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J Exp Biol. 2008 Nov;211(Pt 22):3581-7. doi: 10.1242/jeb.023317.

Traditional allometric analysis fails to provide a valid predictive model for mammalian metabolic rates.

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Department of Biology, Colorado State University, Fort Collins, CO 80523, USA.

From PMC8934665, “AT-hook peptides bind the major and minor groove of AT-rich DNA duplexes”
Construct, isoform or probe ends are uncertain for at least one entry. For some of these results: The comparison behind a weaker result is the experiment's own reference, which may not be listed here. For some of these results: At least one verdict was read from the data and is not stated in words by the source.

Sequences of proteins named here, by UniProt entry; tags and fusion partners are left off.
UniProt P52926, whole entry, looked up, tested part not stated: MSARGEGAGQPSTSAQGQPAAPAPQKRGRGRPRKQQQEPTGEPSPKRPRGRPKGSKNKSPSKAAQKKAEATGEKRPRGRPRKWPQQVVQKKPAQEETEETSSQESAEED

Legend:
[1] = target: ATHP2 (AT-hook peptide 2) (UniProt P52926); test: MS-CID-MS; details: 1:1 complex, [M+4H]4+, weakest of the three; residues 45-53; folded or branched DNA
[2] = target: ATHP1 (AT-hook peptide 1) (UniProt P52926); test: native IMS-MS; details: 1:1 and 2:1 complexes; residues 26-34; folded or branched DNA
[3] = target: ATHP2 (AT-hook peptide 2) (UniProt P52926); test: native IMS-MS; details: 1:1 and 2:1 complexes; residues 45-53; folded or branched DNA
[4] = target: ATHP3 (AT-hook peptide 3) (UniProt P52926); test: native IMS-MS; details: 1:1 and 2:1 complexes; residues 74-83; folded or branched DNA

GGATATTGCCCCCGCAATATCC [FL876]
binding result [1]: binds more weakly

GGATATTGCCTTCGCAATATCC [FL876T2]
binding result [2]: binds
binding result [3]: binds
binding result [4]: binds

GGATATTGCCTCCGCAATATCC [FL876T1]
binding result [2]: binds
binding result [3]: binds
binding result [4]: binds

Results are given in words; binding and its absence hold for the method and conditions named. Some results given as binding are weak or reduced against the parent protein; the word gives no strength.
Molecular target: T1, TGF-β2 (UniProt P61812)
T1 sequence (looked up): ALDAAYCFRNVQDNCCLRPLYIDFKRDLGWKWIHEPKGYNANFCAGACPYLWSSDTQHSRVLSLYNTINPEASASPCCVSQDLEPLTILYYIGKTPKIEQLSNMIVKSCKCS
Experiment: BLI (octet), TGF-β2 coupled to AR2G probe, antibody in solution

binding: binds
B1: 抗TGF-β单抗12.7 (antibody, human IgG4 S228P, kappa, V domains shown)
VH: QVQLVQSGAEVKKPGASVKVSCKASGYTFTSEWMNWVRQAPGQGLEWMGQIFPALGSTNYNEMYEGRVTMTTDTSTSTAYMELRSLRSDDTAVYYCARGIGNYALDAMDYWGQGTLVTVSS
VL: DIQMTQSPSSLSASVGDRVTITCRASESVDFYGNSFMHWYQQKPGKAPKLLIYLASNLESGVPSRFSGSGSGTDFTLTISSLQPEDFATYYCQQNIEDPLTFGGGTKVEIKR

The field of biological allometry was energized by the publication in 1997 of a theoretical model purporting to explain 3/4-power scaling of metabolic rate with body mass in mammals. This 3/4-power scaling exponent, which was first reported by Max Kleiber in 1932, has been derived repeatedly in empirical research by independent investigators and has come to be known as 'Kleiber's Law'. The exponent was estimated in virtually every instance, however, by fitting a straight line to logarithmic transformations of data and by then re-expressing the resulting equation in the arithmetic scale. Because this traditional method may yield inaccurate and misleading estimates for parameters in the allometric equation, we re-examined the comprehensive data set that led Savage and colleagues to reaffirm the view that the metabolic rate of mammals scales to the 3/4-power of body mass. We found that a straight line fitted to logged data for the basal metabolic rate (BMR) of mammals ranging in size from a 2.4 g shrew to a 3672 kg elephant does not satisfy assumptions underlying the analysis and that the allometric equation obtained by back-transformation underestimates BMR for the largest species in the sample. Thus, the concept of 3/4-power scaling of metabolic rate to body mass is not well supported because the underlying statistical model does not apply to mammalian species spanning the full range in body size. Our findings have important implications with respect to methods and results of other studies that used the traditional approach to allometric analysis.

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